DCEG staff members often receive scientific and professional society awards and recognition. In addition, they present their research at scientific conferences and participate in other events. Read about current DCEG people in the news below, and view an archive of past people in the news.
In June 2015, Louise A. Brinton, Ph.D., M.P.H., Chief of the Hormonal and Reproductive Epidemiology Branch, received the Society of Epidemiologic Research (SER) Career Accomplishment Award during the 2015 Annual Meeting in Denver, Colorado. The award is given to honor an outstanding scholar with extraordinary contributions to the field of epidemiology, or an individual whose work has had a profound impact on epidemiology resulting in a shift in research practice. Louise Brinton awarded Career Accomplishment Award from the SER Read more about this honor.
In May, Stephen J. Chanock, M.D., DCEG Director, delivered a talk at the American Society of Clinical Oncology (ASCO) Annual Meeting in Chicago, Illinois. He spoke on “Risks and benefits of real-time molecular profiling” during an education session on “Real-time molecular genetic profiling: The future is now (or is it)?”.
Sam Mbulaiteye, MBChB, M.Phil., M.Med., was featured in the May/June 2015 issue of the NIH Fogarty International Center Global Health Matters newsletter. The article, titled "Burkitt lymphoma studies may also advance research on other cancers, HIV, malaria," highlighted Dr. Mbulaiteye's work on the Epidemiology of Burkitt Lymphoma in East African Children and Minors (EMBLEM) study in Uganda, Tanzania and Kenya. Read the article in Fogarty's Global Health Matters newsletter.
In May 2015, Marianne K. Henderson, M.S., CPC, received the Distinguished Leadership and Service Award from the International Society for Biological and Environmental Repositories (ISBER), the leading international forum for addressing the technical, legal, ethical, and managerial issues relevant to repositories of biologic and environmental specimens. Learn more about this honor.
In April, DCEG held a Town Hall Meeting to recognize the accomplishments of Division members during the past year. Director Stephen J. Chanock, M.D., welcomed staff and gave an update on Division activities. In addition, he paid special tribute to those who have made a substantial impact with their scientific contributions and service to the Division and Institute in 2014. Read more about the award recipients.
In April 2015, Mitchell H. Gail, M.D., Ph.D., received the 24th Annual American Association for Cancer Research (AACR)-American Cancer Society Award for Excellence in Cancer Epidemiology and Prevention. Read more about Mitchell Gail's AACR-ACS Award lecture.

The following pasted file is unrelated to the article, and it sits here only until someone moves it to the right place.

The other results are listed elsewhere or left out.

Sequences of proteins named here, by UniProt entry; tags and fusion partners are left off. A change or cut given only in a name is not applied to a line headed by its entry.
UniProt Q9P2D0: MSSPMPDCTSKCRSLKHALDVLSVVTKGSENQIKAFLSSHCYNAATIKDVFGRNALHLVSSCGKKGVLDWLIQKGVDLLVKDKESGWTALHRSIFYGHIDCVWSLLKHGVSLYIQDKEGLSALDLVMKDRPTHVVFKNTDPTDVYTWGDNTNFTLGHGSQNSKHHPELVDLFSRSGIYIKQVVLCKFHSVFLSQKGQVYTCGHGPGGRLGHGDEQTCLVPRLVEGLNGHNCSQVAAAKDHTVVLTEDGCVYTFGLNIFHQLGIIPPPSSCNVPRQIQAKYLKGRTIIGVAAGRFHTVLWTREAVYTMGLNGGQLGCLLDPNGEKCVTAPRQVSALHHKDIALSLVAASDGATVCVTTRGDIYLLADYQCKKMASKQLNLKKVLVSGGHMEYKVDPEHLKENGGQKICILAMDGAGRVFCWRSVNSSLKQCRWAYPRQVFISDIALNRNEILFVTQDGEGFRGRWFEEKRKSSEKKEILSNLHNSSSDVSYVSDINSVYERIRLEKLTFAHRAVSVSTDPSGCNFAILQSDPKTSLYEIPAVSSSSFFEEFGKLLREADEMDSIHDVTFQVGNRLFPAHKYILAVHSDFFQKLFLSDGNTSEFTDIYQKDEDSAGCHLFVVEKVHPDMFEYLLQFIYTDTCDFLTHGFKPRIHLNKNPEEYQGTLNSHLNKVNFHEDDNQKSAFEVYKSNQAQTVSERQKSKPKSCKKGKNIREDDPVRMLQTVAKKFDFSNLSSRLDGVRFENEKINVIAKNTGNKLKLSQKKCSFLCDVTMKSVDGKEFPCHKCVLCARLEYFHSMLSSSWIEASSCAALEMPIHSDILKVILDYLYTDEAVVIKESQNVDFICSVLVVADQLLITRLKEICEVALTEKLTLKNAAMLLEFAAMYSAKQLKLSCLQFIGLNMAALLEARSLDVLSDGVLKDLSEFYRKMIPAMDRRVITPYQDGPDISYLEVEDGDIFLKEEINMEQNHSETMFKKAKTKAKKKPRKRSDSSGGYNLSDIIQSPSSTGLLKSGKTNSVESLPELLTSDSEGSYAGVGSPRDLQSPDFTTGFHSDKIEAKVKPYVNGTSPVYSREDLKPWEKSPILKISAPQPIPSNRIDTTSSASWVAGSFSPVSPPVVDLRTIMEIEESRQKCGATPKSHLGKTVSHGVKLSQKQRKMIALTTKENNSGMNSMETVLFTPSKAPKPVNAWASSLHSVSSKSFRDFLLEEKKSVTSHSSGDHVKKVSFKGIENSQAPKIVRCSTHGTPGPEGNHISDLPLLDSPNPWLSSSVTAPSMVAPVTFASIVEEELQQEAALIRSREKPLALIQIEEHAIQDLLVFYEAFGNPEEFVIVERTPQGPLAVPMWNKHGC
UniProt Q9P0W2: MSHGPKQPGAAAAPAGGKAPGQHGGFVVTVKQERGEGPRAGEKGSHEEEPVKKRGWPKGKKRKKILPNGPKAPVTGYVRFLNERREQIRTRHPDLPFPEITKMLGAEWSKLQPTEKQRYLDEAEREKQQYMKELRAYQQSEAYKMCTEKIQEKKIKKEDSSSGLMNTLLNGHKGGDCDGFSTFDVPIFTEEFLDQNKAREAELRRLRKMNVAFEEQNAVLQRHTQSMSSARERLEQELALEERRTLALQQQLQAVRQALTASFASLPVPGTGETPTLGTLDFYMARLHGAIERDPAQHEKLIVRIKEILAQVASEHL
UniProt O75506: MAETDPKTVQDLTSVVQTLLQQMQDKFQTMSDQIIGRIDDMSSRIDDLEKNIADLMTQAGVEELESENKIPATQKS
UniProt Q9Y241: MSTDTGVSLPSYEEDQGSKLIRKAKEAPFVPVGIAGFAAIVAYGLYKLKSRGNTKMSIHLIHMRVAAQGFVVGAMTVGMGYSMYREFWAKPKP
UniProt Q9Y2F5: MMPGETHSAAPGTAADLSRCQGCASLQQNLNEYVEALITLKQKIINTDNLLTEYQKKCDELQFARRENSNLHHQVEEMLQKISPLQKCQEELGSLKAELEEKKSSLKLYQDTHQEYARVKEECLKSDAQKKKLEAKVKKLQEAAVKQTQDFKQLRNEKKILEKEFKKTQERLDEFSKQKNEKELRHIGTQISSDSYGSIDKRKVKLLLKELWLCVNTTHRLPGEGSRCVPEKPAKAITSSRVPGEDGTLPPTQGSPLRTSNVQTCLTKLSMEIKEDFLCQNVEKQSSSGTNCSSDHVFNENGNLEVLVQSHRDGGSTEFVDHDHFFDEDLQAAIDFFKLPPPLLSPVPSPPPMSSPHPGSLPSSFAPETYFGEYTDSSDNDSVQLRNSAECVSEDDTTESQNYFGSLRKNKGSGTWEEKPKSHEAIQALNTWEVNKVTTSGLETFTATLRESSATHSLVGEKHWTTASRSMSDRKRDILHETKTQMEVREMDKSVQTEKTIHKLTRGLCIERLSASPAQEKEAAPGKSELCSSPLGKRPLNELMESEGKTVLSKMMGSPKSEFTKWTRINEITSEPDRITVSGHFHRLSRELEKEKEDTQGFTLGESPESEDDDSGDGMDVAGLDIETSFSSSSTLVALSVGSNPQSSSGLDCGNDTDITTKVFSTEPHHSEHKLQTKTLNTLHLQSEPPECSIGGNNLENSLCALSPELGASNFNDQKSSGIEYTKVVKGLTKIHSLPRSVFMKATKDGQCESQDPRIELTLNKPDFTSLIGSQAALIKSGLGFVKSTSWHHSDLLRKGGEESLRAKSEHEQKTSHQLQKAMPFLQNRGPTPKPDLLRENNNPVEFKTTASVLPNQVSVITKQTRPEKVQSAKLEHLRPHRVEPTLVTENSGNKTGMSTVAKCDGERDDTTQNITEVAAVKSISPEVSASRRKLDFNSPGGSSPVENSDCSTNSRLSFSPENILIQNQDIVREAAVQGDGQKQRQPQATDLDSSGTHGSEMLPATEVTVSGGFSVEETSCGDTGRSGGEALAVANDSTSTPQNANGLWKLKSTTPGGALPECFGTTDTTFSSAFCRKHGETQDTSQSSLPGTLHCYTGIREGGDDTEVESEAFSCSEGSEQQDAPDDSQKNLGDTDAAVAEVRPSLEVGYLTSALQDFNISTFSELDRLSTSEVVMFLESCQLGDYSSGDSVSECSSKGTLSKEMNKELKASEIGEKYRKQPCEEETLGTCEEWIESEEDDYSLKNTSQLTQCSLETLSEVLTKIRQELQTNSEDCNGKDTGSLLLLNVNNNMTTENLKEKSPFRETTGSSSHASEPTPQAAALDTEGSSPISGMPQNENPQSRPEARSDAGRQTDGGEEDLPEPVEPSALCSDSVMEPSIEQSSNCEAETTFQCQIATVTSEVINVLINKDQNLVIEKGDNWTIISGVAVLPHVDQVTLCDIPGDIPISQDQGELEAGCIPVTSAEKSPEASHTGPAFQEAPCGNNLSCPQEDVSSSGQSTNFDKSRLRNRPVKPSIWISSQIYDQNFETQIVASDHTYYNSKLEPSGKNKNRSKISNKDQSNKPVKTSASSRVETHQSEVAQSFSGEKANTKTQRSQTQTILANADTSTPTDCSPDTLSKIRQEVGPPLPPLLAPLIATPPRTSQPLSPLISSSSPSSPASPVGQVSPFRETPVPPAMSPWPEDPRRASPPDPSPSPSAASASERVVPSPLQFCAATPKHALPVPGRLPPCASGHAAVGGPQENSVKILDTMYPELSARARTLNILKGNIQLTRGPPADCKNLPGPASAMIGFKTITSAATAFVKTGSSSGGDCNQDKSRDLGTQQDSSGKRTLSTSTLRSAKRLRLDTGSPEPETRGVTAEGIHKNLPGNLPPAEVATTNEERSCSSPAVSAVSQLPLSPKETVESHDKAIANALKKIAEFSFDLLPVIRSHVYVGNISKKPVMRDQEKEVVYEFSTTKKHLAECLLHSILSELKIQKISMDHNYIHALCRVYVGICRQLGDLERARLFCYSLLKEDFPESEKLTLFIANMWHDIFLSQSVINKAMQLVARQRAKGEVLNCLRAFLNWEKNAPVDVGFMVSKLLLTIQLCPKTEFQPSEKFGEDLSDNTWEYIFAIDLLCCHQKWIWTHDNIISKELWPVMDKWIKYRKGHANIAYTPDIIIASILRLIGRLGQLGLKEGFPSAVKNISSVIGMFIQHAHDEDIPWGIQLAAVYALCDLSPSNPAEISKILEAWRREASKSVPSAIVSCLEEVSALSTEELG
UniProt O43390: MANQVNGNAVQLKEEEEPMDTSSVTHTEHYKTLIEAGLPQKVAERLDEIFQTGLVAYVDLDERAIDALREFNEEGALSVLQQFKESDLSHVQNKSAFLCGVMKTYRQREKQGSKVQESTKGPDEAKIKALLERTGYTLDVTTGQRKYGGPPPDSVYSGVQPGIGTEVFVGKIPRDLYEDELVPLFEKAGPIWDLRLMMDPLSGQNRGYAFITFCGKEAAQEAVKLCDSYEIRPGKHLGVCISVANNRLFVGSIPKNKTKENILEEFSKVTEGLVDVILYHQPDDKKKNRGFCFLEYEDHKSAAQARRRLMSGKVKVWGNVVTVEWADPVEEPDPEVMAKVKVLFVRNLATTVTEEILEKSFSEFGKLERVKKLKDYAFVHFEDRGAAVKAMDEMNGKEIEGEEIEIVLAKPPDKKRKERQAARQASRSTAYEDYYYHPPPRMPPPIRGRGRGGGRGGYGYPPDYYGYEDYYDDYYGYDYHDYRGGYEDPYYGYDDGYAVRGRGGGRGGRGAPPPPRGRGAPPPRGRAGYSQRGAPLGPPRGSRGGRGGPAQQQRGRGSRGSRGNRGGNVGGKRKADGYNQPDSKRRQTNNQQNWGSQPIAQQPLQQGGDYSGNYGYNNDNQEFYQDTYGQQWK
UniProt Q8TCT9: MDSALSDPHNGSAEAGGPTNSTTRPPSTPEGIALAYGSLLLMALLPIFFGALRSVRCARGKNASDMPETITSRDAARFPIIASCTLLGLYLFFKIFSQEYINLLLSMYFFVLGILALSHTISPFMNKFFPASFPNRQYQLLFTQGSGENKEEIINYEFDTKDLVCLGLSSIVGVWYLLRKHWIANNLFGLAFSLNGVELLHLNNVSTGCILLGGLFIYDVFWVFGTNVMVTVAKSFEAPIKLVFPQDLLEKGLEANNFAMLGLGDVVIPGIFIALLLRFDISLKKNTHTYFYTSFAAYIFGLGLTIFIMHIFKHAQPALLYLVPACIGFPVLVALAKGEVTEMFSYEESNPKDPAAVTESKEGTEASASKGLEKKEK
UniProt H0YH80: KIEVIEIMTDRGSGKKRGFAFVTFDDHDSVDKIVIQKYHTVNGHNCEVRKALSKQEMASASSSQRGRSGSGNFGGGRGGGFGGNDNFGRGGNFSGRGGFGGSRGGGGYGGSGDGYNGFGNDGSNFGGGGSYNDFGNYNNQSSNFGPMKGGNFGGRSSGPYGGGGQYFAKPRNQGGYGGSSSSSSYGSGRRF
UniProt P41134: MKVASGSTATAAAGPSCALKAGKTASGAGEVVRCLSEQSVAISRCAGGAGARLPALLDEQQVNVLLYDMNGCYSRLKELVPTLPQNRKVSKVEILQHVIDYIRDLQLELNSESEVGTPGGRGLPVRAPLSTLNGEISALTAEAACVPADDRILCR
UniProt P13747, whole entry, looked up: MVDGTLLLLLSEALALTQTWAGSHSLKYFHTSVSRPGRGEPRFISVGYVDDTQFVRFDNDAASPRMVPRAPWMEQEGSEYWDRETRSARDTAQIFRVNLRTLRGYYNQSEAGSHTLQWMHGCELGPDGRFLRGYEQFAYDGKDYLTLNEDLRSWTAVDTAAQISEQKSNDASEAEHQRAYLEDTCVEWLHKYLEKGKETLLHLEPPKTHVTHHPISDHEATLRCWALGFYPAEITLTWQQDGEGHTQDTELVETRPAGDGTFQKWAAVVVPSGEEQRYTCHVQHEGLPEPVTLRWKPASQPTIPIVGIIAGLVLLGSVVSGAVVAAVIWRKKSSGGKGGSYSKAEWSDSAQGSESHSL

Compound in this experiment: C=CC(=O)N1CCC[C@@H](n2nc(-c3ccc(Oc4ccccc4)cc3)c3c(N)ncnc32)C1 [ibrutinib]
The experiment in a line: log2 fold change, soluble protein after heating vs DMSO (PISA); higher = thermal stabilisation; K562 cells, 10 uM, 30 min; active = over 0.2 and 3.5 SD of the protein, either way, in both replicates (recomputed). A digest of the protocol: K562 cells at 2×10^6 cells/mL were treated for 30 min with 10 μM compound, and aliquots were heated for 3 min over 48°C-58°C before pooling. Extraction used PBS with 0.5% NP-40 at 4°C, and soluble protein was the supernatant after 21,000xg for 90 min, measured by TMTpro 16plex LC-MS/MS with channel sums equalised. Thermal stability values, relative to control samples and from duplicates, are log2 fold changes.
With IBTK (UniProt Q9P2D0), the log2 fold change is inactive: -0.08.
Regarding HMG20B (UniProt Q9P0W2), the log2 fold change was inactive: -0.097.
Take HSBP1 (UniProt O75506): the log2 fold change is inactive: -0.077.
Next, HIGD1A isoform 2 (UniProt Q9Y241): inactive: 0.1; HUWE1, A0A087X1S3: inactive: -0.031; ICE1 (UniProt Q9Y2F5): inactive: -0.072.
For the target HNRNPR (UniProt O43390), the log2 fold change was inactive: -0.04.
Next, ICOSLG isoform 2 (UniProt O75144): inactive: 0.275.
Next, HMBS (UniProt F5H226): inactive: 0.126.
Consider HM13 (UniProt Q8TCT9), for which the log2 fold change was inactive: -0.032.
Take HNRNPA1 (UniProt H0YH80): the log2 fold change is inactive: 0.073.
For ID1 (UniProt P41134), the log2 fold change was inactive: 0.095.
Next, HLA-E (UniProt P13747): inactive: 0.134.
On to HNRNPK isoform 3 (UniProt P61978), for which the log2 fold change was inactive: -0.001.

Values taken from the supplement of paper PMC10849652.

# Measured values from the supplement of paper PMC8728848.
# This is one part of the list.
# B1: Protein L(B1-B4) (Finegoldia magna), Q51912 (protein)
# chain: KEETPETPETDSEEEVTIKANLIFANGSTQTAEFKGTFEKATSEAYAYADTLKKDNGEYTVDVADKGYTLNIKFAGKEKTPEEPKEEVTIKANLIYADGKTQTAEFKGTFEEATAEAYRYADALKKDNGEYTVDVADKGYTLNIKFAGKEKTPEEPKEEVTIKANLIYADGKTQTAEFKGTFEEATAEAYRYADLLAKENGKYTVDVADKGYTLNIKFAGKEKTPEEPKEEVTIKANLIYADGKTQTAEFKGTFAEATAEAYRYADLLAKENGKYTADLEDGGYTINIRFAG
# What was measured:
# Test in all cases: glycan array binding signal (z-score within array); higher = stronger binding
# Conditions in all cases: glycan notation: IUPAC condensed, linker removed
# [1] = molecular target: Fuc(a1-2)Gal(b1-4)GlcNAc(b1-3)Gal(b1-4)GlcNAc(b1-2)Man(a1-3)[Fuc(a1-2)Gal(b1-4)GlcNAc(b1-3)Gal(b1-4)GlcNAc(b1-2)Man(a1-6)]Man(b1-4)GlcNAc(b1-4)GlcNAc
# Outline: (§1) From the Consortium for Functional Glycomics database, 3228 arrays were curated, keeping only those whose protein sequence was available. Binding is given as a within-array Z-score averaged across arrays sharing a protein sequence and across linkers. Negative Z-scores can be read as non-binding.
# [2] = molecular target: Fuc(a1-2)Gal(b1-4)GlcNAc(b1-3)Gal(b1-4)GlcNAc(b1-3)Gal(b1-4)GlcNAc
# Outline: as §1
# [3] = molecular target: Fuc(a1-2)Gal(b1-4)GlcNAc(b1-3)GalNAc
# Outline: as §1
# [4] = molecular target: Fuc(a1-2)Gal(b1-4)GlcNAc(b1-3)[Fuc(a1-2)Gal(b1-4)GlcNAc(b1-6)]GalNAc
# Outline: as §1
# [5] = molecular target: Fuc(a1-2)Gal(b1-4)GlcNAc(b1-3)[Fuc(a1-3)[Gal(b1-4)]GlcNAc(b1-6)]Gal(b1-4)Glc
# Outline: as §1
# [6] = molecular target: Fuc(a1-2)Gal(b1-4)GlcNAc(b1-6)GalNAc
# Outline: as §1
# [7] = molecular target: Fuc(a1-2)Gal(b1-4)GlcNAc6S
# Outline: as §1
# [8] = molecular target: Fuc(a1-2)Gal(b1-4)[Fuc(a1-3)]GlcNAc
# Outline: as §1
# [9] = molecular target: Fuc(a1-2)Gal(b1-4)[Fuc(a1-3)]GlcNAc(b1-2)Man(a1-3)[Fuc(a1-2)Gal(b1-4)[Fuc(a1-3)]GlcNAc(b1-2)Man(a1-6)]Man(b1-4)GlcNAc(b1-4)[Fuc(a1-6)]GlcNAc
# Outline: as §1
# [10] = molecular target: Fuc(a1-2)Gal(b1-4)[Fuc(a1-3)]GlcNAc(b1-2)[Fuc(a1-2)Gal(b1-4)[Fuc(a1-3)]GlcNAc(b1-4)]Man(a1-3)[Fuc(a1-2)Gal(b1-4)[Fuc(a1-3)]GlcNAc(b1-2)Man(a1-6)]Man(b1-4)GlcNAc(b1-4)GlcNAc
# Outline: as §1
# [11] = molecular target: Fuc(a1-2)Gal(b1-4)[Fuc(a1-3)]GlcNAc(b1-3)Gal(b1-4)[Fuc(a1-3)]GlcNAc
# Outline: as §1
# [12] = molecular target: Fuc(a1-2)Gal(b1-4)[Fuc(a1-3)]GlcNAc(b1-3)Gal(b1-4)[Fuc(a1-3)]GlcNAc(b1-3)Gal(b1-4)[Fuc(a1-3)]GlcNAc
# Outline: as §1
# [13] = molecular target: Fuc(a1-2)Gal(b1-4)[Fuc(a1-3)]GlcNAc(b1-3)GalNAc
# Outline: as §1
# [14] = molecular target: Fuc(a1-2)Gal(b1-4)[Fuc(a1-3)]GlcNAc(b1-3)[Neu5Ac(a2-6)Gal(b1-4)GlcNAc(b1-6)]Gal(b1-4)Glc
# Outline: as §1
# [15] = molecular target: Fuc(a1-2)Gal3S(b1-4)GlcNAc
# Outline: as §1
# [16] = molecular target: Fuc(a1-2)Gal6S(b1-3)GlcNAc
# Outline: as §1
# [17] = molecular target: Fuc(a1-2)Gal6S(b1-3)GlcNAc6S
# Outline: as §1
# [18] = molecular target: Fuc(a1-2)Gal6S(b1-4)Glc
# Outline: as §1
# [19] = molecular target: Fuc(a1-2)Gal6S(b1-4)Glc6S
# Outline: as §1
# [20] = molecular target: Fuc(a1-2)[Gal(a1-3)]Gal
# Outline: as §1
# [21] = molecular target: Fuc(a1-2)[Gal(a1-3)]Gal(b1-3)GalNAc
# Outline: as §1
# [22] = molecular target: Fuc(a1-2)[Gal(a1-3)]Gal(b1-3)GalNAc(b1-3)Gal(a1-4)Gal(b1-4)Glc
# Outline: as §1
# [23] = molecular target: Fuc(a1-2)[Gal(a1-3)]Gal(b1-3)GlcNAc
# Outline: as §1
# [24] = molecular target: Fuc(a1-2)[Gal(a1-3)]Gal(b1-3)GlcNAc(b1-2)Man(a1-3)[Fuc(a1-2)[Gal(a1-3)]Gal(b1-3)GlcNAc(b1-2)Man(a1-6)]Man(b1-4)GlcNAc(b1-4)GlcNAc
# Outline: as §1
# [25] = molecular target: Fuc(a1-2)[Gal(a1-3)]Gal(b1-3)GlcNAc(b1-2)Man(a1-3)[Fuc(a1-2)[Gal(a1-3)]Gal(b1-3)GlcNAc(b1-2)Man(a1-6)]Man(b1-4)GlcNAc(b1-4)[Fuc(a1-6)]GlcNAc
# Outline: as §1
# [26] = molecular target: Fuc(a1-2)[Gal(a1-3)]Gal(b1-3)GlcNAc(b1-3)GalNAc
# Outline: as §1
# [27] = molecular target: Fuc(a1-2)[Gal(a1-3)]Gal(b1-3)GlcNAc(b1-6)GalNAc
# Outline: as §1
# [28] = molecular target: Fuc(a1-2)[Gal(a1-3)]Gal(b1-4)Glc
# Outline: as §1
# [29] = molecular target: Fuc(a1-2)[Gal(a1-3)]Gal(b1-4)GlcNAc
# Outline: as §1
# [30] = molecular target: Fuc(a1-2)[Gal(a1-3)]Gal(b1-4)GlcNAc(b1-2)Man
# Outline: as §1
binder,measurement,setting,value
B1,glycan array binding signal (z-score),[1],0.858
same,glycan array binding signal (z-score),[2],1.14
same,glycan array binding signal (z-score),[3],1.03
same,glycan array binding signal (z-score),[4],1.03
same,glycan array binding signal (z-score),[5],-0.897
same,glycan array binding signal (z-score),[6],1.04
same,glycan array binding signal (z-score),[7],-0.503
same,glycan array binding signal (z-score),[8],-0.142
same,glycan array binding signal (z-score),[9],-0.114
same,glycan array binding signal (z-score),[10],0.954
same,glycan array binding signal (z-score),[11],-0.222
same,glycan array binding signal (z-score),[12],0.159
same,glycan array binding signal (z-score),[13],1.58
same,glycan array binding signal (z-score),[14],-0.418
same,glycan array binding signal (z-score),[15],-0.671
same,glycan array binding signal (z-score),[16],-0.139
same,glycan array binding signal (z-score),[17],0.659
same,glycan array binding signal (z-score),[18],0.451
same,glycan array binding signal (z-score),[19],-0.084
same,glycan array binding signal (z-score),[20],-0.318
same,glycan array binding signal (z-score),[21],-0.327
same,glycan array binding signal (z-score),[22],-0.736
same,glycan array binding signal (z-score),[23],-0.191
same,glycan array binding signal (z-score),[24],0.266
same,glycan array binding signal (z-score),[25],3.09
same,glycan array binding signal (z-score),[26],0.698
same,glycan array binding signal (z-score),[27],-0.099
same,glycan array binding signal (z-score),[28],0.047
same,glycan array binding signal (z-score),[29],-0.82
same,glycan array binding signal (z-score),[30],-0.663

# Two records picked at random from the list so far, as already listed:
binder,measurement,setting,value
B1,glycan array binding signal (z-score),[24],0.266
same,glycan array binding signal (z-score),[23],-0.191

In April 2015, several DCEG staff members took part in the annual meeting of the American Association for Cancer Research (AACR) in Philadelphia, Pennsylvania. Read more about DCEG participation in the AACR meeting.
Cari Kitahara, Ph.D., is now a tenure-track investigator in the Radiation Epidemiology Branch. Her research focuses on low-dose radiation exposure and cancer risks in medical workers and the etiology of radiosensitive cancers, particularly thyroid cancer and glioma. Learn more about Dr. Kitahara.
Amy Berrington de González, D.Phil., Chief of the Radiation Epidemiology Branch, is co-leading the late-effects working group on a new 20 center randomized trial to compare the effectiveness of proton beam versus traditional photon radiotherapy in treating breast cancer and minimizing collateral damage to healthy organs and tissue, like the heart. The project is coordinated by Dr. Justin Bekelman at the University of Pennsylvania and funded through the Patient-Centered Outcomes Research Institute (PCORI). Read more about this new effort.
The work of Hormuzd A. Katki, Ph.D., Anil K. Chaturvedi, Ph.D., and colleagues, was recognized by the American Society of Clinical Oncology in Clinical Cancer Advances 2015: Annual Report on Progress Against Cancer. The report surveys the clinical advances of the prior year, identifying those that are expected to make the biggest impact on improving cancer prevention, treatment, and care. Read more about this honor.